The Controversy Over Rockweed Harvest

Unharvested rockweed beds on Kent Island

Unharvested rockweed beds on Kent Island

The extensive rockweed beds that I have explored on Kent Island with Christine Walder, who is studying intertidal biodiversity, are also an economic resource that has caused controversy in the coastal communities where it proliferates. Harvesting rockweed is fundamentally different from the harvest of other marine species, because not only is it an important primary producer in the food web, but it also provides habitat for hundreds of species. By reducing the biomass of rockweed through harvest, countless other species are also reduced. Despite these ecological concerns, wild seaweed harvesting is a global industry that is growing every year, with millions of tons harvested for such varied uses as fertilizers, food additives, and cosmetics. Rockweed harvesting is a growing industry in Maine and in the Maritimes, which landed 88.1 million tons in 2010 (reviewed by Seeley and Schlesinger, 2012).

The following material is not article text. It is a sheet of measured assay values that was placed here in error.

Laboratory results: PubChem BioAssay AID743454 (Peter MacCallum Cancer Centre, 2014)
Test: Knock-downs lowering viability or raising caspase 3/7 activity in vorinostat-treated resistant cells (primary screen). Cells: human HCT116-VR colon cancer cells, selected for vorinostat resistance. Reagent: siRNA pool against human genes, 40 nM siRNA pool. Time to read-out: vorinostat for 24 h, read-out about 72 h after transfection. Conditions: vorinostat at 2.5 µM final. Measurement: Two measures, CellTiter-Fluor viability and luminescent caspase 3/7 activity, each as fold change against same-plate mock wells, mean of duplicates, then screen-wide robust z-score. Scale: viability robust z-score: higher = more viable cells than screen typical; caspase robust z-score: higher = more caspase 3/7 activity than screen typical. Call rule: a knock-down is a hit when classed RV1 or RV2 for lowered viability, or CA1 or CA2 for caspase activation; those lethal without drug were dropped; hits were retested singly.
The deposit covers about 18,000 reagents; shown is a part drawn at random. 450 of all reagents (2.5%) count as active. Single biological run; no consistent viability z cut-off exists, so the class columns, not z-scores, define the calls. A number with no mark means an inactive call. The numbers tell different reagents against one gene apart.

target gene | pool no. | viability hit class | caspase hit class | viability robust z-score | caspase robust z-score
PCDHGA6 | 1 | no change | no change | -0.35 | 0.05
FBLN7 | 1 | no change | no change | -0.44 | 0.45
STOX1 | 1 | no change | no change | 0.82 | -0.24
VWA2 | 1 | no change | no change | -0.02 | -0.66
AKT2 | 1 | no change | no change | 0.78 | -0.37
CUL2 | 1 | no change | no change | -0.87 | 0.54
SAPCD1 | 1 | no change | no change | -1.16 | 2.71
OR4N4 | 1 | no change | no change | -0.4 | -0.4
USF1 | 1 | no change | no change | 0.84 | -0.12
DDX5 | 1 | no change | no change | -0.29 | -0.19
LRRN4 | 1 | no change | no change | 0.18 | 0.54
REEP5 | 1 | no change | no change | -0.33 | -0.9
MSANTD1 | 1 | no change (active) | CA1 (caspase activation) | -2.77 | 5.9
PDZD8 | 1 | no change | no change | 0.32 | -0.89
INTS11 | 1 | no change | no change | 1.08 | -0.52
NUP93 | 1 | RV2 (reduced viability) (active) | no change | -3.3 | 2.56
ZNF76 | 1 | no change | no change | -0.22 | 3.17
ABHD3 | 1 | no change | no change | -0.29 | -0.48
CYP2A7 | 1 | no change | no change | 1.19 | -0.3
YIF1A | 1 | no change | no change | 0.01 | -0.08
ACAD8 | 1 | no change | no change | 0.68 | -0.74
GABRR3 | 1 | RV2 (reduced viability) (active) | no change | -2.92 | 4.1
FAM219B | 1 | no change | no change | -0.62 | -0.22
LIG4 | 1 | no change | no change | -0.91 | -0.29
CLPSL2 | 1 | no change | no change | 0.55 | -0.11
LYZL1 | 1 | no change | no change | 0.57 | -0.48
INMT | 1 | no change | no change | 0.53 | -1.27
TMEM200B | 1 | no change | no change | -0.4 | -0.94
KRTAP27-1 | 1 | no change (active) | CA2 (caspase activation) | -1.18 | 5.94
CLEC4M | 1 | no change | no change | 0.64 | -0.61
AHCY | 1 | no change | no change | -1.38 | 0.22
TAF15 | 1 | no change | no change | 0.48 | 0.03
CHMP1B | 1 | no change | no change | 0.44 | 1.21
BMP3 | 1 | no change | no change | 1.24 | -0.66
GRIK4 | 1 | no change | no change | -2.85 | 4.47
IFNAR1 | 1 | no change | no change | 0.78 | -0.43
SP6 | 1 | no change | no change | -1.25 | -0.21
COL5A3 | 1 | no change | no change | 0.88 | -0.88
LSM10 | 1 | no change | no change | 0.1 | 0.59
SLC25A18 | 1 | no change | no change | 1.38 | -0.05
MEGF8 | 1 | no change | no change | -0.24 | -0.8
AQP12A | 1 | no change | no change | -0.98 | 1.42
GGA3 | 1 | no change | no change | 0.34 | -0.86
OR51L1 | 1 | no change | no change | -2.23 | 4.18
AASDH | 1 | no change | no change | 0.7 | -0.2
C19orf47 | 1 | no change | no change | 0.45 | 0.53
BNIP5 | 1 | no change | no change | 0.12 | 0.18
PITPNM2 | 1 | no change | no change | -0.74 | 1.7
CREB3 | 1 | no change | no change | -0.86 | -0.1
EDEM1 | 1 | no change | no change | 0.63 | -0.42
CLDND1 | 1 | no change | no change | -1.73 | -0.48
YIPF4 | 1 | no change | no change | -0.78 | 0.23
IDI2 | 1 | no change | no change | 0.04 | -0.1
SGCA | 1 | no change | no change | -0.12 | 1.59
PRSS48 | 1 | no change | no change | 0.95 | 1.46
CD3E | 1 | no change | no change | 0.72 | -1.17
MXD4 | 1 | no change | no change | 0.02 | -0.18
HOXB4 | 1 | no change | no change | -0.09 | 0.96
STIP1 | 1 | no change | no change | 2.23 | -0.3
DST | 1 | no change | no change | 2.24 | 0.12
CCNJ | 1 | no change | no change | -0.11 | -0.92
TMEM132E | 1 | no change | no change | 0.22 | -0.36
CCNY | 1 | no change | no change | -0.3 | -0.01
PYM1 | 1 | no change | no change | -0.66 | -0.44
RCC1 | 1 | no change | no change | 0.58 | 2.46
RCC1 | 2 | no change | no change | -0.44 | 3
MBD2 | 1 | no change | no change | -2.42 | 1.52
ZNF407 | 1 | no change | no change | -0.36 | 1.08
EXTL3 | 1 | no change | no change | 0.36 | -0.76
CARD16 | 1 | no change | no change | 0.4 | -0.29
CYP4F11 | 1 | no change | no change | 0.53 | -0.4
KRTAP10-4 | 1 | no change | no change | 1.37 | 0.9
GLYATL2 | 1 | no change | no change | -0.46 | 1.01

Regulations on rockweed harvest are different in Maine and Canada, and vary locally. In New Brunswick, Canada, private property rights only extend to the top of the intertidal zone, below which is open to public access. In Maine, however, waterfront property owners own everything down to the low tide mark. But Maine law provides public access to privately owned intertidal lands for the purposes of “fishing, fouling, and navigating.” The question is whether rockweed harvesting should be considered “fishing,” which is how the state currently defines harvesting.